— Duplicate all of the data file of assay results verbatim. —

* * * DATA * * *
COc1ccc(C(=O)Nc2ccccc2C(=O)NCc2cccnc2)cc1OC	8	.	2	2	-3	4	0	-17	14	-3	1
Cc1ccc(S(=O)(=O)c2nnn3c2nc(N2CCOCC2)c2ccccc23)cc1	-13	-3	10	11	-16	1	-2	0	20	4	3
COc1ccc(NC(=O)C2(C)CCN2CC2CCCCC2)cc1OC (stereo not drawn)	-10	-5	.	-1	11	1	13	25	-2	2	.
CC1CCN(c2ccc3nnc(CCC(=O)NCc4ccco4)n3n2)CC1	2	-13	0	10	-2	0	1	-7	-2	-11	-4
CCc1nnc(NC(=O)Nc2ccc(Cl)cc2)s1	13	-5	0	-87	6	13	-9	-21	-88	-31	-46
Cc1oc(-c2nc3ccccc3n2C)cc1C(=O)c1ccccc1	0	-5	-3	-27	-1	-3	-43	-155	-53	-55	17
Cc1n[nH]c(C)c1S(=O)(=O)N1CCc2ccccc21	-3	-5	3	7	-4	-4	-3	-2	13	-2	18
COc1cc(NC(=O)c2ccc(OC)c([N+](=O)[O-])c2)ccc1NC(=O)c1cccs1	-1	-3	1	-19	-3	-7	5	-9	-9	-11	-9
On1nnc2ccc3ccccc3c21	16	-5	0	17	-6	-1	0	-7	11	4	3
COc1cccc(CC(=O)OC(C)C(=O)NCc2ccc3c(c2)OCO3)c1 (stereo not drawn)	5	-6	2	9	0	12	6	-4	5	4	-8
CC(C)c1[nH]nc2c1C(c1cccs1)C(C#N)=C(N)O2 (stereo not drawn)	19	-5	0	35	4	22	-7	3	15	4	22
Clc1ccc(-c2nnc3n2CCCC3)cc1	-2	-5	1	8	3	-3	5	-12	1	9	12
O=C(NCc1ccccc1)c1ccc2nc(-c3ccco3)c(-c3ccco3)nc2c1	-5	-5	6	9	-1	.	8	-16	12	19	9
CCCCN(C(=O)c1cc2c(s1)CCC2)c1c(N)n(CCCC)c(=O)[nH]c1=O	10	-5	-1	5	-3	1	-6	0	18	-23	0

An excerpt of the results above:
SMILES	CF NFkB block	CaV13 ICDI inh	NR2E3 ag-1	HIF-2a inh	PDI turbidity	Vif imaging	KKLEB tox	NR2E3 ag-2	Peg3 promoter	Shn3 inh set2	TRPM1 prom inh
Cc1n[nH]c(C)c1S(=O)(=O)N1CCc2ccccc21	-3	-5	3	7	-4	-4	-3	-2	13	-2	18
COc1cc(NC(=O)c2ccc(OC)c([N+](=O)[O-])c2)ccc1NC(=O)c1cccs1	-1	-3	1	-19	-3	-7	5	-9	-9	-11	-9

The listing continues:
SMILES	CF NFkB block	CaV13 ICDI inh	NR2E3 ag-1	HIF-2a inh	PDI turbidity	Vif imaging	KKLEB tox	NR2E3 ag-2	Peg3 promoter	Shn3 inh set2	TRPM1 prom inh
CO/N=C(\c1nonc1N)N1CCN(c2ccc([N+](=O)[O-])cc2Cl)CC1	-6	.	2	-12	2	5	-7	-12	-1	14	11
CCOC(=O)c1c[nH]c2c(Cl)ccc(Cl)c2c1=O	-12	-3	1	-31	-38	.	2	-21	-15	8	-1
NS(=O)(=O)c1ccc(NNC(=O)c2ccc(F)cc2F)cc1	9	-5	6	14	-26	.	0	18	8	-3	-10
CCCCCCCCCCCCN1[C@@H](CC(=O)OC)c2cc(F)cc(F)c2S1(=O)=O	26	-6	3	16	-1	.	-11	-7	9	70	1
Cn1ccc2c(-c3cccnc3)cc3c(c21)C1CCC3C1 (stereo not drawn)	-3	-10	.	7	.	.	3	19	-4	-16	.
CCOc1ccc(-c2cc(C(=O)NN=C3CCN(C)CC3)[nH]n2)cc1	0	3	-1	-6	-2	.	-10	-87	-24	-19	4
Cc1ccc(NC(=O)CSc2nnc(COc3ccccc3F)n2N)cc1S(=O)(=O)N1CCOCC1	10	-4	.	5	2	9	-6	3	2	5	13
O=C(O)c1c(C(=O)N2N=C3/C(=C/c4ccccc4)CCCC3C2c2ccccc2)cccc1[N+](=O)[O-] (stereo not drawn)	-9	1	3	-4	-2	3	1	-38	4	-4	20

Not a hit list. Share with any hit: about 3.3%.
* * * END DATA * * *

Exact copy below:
COc1ccc(C(=O)Nc2ccccc2C(=O)NCc2cccnc2)cc1OC	8	.	2	2	-3	4	0	-17	14	-3	1
Cc1ccc(S(=O)(=O)c2nnn3c2nc(N2CCOCC2)c2ccccc23)cc1	-13	-3	10	11	-16	1	-2	0	20	4	3
COc1ccc(NC(=O)C2(C)CCN2CC2CCCCC2)cc1OC (stereo not drawn)	-10	-5	.	-1	11	1	13	25	-2	2	.
CC1CCN(c2ccc3nnc(CCC(=O)NCc4ccco4)n3n2)CC1	2	-13	0	10	-2	0	1	-7	-2	-11	-4
CCc1nnc(NC(=O)Nc2ccc(Cl)cc2)s1	13	-5	0	-87	6	13	-9	-21	-88	-31	-46
Cc1oc(-c2nc3ccccc3n2C)cc1C(=O)c1ccccc1	0	-5	-3	-27	-1	-3	-43	-155	-53	-55	17
Cc1n[nH]c(C)c1S(=O)(=O)N1CCc2ccccc21	-3	-5	3	7	-4	-4	-3	-2	13	-2	18
COc1cc(NC(=O)c2ccc(OC)c([N+](=O)[O-])c2)ccc1NC(=O)c1cccs1	-1	-3	1	-19	-3	-7	5	-9	-9	-11	-9
On1nnc2ccc3ccccc3c21	16	-5	0	17	-6	-1	0	-7	11	4	3
COc1cccc(CC(=O)OC(C)C(=O)NCc2ccc3c(c2)OCO3)c1 (stereo not drawn)	5	-6	2	9	0	12	6	-4	5	4	-8
CC(C)c1[nH]nc2c1C(c1cccs1)C(C#N)=C(N)O2 (stereo not drawn)	19	-5	0	35	4	22	-7	3	15	4	22
Clc1ccc(-c2nnc3n2CCCC3)cc1	-2	-5	1	8	3	-3	5	-12	1	9	12
O=C(NCc1ccccc1)c1ccc2nc(-c3ccco3)c(-c3ccco3)nc2c1	-5	-5	6	9	-1	.	8	-16	12	19	9
CCCCN(C(=O)c1cc2c(s1)CCC2)c1c(N)n(CCCC)c(=O)[nH]c1=O	10	-5	-1	5	-3	1	-6	0	18	-23	0

An excerpt of the results above:
SMILES	CF NFkB block	CaV13 ICDI inh	NR2E3 ag-1	HIF-2a inh	PDI turbidity	Vif imaging	KKLEB tox	NR2E3 ag-2	Peg3 promoter	Shn3 inh set2	TRPM1 prom inh
Cc1n[nH]c(C)c1S(=O)(=O)N1CCc2ccccc21	-3	-5	3	7	-4	-4	-3	-2	13	-2	18
COc1cc(NC(=O)c2ccc(OC)c([N+](=O)[O-])c2)ccc1NC(=O)c1cccs1	-1	-3	1	-19	-3	-7	5	-9	-9	-11	-9

The listing continues:
SMILES	CF NFkB block	CaV13 ICDI inh	NR2E3 ag-1	HIF-2a inh	PDI turbidity	Vif imaging	KKLEB tox	NR2E3 ag-2	Peg3 promoter	Shn3 inh set2	TRPM1 prom inh
CO/N=C(\c1nonc1N)N1CCN(c2ccc([N+](=O)[O-])cc2Cl)CC1	-6	.	2	-12	2	5	-7	-12	-1	14	11
CCOC(=O)c1c[nH]c2c(Cl)ccc(Cl)c2c1=O	-12	-3	1	-31	-38	.	2	-21	-15	8	-1
NS(=O)(=O)c1ccc(NNC(=O)c2ccc(F)cc2F)cc1	9	-5	6	14	-26	.	0	18	8	-3	-10
CCCCCCCCCCCCN1[C@@H](CC(=O)OC)c2cc(F)cc(F)c2S1(=O)=O	26	-6	3	16	-1	.	-11	-7	9	70	1
Cn1ccc2c(-c3cccnc3)cc3c(c21)C1CCC3C1 (stereo not drawn)	-3	-10	.	7	.	.	3	19	-4	-16	.
CCOc1ccc(-c2cc(C(=O)NN=C3CCN(C)CC3)[nH]n2)cc1	0	3	-1	-6	-2	.	-10	-87	-24	-19	4
Cc1ccc(NC(=O)CSc2nnc(COc3ccccc3F)n2N)cc1S(=O)(=O)N1CCOCC1	10	-4	.	5	2	9	-6	3	2	5	13
O=C(O)c1c(C(=O)N2N=C3/C(=C/c4ccccc4)CCCC3C2c2ccccc2)cccc1[N+](=O)[O-] (stereo not drawn)	-9	1	3	-4	-2	3	1	-38	4	-4	20

Not a hit list. Share with any hit: about 3.3%.